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Study Links Whole Grains to Higher Metabolism

by Natalie Digate Muth, MD, MPH, RD on Apr 17, 2017

Food for Thought

Health experts have long agreed that whole grains are much better for us than heavily processed, or refined, grains. Now a new study suggests that eating whole grains can help with weight loss, too.

In the study, researchers fed a group of middle‐aged adults for 6 weeks. Half of them ate a refined‐grain diet with no whole grains and 18–24 grams of fiber per day, while the other half had zero refined grains but ate 170–245 g (10–15 servings) of whole grain and 35–45 g of fiber per day. The diets were designed to have enough calories to maintain the volunteers' weights. The only differences were in whole‐grain consumption and fiber content.

By the end of 6 weeks, the whole‐grain group's metabolism had jumped 100 calories per day compared with the refined‐grain group. The calorie deficit was due to higher metabolism and to higher energy content in stool.

The whole‐grain diet paralleled the 2015–2020 Dietary Guidelines for Americans, which recommend that we get 14 g of fiber for every 1,000 calories consumed, and that at least half of all our grains come from whole grains.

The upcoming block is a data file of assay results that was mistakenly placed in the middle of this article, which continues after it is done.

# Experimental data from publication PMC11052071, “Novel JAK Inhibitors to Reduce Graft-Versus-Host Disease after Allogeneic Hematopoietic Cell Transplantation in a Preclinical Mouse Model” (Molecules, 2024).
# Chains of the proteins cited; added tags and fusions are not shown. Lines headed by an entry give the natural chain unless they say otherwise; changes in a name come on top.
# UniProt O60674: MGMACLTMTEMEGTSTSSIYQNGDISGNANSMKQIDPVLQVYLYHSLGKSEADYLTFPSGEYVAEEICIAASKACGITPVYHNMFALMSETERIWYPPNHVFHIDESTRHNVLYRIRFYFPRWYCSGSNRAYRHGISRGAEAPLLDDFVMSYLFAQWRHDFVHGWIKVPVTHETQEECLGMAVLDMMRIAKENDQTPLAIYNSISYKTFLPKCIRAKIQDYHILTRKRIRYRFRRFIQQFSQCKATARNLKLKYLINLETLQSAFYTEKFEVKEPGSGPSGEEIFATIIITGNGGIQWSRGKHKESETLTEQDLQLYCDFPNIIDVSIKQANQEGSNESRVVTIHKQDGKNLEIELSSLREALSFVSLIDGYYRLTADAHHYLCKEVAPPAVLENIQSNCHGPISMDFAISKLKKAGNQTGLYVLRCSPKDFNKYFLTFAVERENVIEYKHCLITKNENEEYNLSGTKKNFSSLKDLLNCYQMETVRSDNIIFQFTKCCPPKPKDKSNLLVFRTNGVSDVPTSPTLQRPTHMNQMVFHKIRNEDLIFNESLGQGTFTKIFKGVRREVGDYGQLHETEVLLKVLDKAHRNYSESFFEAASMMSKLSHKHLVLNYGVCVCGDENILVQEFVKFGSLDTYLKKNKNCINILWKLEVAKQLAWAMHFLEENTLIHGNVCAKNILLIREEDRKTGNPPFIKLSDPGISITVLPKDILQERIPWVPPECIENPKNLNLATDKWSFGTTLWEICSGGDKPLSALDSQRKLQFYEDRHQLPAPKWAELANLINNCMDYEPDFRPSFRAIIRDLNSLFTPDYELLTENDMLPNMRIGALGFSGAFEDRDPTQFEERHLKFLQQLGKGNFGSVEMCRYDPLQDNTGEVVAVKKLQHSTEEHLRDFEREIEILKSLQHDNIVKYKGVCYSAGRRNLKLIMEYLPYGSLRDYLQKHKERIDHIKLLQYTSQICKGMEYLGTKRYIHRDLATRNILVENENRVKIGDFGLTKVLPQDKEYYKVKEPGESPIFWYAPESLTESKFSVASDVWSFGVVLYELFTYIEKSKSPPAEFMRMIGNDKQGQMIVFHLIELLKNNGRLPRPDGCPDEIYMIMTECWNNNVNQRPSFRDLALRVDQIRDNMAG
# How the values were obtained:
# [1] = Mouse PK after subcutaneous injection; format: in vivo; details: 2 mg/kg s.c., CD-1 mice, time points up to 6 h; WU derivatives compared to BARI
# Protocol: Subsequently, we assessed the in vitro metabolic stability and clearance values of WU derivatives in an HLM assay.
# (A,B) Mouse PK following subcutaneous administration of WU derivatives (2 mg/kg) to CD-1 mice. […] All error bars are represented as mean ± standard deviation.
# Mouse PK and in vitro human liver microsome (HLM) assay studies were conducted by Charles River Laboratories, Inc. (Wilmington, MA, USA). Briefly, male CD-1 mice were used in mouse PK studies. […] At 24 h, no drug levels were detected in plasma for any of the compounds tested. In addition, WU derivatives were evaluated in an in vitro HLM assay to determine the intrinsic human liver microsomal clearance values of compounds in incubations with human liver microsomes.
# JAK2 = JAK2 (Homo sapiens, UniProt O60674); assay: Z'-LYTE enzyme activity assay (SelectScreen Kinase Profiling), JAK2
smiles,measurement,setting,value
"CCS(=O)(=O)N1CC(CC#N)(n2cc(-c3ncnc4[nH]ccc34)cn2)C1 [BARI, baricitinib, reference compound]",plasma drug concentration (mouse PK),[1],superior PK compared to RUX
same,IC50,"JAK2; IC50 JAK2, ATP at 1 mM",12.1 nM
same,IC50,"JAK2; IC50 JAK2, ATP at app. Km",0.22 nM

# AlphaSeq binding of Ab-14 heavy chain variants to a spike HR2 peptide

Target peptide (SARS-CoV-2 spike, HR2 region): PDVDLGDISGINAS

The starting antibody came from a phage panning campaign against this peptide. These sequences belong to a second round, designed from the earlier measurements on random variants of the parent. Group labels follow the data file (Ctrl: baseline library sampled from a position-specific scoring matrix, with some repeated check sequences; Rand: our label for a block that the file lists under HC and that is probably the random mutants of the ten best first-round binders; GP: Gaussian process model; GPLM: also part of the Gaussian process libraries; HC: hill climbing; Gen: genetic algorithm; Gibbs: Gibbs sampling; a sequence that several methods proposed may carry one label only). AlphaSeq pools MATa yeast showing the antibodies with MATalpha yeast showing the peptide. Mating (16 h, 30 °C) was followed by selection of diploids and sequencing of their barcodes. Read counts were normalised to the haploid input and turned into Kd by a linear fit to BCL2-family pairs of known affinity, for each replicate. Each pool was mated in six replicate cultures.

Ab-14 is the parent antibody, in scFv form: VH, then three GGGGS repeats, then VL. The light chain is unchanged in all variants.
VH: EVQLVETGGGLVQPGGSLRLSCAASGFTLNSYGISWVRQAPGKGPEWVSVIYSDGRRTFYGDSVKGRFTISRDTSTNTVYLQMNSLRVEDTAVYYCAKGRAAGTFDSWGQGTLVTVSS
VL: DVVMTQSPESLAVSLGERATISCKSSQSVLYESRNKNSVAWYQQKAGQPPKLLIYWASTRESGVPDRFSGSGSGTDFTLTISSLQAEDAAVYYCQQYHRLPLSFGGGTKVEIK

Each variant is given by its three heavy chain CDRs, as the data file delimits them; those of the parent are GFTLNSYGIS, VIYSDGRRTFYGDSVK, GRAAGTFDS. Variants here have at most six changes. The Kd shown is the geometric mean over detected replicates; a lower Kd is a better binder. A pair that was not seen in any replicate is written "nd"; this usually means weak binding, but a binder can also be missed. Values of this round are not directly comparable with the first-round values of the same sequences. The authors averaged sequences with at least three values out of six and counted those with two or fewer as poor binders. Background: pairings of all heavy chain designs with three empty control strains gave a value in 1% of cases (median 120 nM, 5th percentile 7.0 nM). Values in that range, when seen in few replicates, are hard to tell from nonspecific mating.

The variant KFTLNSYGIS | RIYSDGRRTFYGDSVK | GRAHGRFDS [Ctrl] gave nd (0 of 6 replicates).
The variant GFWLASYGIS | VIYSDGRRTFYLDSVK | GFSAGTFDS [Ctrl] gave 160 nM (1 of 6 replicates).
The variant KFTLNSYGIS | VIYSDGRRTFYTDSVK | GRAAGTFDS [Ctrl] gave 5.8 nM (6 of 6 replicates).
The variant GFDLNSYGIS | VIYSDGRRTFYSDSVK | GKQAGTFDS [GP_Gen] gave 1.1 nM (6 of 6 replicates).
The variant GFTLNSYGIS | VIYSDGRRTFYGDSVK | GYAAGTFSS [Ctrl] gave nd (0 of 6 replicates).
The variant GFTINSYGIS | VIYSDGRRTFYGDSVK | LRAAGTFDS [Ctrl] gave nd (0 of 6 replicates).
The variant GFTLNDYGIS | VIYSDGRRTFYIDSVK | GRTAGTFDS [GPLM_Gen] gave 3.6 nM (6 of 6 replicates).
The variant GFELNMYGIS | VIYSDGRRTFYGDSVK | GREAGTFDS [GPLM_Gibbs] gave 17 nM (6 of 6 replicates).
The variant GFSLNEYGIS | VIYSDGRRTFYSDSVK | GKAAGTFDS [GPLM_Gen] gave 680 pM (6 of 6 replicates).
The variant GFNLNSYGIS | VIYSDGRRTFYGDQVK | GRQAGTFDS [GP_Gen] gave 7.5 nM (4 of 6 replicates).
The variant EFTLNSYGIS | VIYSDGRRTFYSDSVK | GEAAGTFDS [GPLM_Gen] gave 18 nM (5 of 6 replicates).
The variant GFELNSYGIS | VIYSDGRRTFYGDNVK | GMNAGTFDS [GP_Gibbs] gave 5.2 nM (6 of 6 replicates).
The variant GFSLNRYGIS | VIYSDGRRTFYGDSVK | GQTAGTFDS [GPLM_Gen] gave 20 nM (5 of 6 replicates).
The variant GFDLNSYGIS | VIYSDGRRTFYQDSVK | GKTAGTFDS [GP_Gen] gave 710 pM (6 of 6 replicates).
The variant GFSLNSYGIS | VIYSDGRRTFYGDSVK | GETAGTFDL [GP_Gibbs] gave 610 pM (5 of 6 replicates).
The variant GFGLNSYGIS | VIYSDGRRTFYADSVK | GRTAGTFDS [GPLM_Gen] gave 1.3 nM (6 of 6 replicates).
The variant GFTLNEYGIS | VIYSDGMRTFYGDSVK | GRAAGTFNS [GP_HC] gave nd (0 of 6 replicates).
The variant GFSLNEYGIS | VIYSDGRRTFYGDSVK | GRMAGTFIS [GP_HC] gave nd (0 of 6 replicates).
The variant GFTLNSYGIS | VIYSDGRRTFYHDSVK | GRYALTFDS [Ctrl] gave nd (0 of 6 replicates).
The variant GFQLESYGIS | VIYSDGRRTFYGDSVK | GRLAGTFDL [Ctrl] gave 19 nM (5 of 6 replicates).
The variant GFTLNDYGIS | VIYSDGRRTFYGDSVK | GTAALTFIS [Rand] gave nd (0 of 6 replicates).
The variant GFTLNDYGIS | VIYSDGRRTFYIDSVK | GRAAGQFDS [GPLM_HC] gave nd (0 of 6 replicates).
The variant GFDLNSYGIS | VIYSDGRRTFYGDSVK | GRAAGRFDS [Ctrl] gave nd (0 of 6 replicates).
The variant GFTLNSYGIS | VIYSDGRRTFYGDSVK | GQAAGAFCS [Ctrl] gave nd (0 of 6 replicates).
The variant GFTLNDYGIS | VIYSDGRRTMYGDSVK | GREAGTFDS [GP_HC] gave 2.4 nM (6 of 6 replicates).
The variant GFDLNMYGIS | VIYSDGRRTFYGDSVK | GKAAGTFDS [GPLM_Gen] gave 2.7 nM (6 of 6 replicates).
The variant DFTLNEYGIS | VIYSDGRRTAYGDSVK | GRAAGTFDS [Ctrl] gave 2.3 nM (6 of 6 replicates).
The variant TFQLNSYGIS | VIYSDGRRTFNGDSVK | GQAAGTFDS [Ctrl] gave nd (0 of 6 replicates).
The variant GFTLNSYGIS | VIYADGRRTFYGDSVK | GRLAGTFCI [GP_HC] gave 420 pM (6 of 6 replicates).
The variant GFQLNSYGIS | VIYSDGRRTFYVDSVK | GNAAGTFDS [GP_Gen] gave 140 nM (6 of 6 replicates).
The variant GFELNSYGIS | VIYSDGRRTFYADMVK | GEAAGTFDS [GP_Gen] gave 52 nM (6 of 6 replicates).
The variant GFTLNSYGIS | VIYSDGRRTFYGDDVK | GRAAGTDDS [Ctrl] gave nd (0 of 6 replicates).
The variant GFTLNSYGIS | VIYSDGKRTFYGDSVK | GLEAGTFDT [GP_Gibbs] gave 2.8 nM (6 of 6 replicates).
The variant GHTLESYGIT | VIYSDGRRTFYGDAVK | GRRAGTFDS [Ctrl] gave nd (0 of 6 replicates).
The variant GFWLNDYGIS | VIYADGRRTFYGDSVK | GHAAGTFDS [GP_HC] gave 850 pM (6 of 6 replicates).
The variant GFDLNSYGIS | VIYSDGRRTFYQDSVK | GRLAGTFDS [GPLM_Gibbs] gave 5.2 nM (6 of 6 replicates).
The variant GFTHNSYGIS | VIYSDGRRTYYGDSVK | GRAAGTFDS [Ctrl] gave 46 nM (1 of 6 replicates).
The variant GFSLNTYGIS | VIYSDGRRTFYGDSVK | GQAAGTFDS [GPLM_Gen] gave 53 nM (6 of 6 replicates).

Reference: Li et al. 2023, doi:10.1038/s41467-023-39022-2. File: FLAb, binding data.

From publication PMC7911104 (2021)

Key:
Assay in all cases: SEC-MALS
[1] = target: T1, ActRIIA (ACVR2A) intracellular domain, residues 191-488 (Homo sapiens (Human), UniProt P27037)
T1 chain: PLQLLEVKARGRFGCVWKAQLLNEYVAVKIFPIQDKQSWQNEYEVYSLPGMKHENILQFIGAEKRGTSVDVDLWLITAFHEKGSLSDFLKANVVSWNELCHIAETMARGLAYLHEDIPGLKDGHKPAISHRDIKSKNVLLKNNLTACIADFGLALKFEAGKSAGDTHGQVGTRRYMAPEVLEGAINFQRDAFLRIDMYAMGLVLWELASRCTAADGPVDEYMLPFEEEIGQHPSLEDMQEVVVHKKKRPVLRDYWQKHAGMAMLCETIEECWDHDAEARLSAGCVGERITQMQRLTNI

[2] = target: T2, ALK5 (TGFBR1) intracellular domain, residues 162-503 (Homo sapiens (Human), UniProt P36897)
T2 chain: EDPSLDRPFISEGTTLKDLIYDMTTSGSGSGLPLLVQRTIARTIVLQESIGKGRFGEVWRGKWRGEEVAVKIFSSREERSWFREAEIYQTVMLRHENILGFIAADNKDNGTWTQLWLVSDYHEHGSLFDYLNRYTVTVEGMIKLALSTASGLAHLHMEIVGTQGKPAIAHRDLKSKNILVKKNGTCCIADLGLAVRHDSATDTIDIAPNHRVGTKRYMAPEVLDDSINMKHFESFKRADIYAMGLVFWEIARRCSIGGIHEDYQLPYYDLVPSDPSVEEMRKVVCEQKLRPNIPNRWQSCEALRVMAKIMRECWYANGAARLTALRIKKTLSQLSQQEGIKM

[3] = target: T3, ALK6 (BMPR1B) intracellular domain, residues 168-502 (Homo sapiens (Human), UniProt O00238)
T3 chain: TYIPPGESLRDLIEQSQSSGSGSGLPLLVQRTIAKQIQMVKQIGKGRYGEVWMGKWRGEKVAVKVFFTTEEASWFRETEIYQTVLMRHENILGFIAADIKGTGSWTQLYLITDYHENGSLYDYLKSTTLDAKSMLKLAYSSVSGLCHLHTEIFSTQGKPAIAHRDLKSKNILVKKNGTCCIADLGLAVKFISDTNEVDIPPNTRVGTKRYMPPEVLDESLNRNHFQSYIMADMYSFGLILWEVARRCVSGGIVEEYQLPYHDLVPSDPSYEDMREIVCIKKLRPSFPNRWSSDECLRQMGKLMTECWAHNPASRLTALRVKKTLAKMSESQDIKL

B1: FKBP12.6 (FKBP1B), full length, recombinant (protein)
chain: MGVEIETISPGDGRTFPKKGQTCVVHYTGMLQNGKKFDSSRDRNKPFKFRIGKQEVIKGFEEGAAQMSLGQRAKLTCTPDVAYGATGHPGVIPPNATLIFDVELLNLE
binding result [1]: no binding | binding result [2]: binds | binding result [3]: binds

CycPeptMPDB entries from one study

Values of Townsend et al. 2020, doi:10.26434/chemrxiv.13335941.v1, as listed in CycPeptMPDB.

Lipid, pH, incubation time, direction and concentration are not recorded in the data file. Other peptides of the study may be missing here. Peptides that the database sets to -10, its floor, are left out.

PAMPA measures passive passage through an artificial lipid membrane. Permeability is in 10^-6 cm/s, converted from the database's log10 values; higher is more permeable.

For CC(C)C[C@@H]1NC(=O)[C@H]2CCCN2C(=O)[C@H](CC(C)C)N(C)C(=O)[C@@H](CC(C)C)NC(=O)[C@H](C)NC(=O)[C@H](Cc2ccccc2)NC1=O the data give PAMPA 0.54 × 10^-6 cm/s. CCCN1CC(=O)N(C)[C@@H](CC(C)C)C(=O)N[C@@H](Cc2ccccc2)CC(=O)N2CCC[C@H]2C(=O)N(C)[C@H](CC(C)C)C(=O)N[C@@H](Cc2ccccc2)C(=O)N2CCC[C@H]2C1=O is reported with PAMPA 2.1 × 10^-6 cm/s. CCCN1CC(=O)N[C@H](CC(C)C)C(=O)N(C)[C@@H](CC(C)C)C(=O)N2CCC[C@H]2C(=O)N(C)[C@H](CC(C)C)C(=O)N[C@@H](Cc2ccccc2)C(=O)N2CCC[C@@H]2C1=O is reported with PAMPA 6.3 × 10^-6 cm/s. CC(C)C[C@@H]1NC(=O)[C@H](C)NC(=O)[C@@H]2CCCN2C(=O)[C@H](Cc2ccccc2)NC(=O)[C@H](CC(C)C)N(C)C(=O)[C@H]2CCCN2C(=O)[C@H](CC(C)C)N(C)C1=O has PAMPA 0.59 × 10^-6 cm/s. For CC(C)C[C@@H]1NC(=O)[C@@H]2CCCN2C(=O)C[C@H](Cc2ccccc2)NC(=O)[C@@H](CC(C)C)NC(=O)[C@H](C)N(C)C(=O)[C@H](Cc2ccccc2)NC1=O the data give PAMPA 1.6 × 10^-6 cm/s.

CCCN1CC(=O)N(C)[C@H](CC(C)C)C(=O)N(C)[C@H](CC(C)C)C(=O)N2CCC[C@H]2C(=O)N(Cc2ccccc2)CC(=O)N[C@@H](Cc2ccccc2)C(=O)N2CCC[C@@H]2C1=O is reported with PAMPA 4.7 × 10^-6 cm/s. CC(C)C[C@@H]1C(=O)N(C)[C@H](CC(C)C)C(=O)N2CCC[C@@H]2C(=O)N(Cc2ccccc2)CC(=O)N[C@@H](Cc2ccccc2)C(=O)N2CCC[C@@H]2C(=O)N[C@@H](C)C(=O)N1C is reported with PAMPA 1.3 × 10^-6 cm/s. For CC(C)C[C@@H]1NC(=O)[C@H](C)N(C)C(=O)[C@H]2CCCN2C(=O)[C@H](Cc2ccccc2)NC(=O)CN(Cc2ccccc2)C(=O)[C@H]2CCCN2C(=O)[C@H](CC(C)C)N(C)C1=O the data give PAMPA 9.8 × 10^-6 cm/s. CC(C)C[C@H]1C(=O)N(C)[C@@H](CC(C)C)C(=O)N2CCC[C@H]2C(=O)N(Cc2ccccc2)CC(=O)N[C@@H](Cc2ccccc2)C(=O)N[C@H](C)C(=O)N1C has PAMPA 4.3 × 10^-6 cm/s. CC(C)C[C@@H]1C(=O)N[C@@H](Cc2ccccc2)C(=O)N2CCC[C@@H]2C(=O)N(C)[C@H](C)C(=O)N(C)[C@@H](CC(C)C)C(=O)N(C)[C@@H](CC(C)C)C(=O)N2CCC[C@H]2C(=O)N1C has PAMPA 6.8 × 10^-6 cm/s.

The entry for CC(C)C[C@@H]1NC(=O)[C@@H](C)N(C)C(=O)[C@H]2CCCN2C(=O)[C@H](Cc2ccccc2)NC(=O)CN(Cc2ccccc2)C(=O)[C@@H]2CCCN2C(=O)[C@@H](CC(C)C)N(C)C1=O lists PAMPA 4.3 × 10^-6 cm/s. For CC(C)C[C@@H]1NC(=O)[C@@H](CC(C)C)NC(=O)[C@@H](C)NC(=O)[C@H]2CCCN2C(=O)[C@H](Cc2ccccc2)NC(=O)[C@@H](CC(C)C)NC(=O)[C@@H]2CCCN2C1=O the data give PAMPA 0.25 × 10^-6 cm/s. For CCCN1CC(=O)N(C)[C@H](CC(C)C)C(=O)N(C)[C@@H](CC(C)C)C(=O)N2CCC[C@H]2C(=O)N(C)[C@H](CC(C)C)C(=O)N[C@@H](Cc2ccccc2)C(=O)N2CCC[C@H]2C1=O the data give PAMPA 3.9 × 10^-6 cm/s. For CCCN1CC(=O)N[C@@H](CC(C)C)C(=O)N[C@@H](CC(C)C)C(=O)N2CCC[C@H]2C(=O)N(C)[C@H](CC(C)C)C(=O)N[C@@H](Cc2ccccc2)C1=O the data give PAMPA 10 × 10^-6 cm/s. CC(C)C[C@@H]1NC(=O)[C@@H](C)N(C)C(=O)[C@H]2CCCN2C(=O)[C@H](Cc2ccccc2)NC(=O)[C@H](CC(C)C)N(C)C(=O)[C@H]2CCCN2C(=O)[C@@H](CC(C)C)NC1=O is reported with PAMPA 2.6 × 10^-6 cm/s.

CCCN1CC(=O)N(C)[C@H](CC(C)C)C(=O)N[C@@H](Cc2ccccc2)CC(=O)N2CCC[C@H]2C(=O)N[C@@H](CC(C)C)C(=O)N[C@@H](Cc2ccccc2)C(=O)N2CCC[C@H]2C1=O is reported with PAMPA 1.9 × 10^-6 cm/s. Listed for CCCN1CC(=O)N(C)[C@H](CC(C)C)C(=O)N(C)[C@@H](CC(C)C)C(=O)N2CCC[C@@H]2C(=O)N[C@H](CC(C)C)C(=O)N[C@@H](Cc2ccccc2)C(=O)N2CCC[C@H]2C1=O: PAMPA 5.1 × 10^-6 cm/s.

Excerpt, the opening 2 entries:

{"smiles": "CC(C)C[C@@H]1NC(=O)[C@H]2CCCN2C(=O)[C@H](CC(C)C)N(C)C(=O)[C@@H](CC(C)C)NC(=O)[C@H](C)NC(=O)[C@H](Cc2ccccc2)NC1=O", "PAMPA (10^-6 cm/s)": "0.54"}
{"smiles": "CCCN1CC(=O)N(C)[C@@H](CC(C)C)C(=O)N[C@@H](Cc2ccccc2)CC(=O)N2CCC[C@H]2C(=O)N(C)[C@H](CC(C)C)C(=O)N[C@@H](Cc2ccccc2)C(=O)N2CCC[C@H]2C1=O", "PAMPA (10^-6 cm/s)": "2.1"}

IDEA Fitness Journal, Volume 14, Issue 5

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About the Author

Natalie Digate Muth, MD, MPH, RD

Natalie Digate Muth, MD, MPH, RD IDEA Author/Presenter

Natalie Digate Muth, MD, MPH, RD is a board-certified pediatrician, registered dietitian, and ACE Health Coach. She is committed to providing evidence-based nutrition and fitness information to health professionals and consumers alike in a way that is logical, practical and directly applicable to readers’ lives. She has authored over 100 publications and book chapters, all which are based on the latest scientific evidence and presented in a manner that is easy-to-understand and apply. She is Director of Healthcare Solutions for the American Council on Exercise (ACE) having written the nutrition chapters for each of ACE’s textbooks, the ACE Fitness Nutrition Manual and Specialty Certification, and recorded several Webinars and online courses. Furthermore, as a spokesperson for ACE, the largest fitness certifying and advocacy organization in the country, she informs broadcast and print media outlets throughout the U.S. on pertinent nutrition and fitness issues. She is author '"Eat Your Vegetables!" and other mistakes parents make: Redefining How to Raise Healthy Eaters'. She presented a similar topic at IDEA World 2009; the video is available for purchase through IDEA. Certifications: ACE, ACSM and NSCA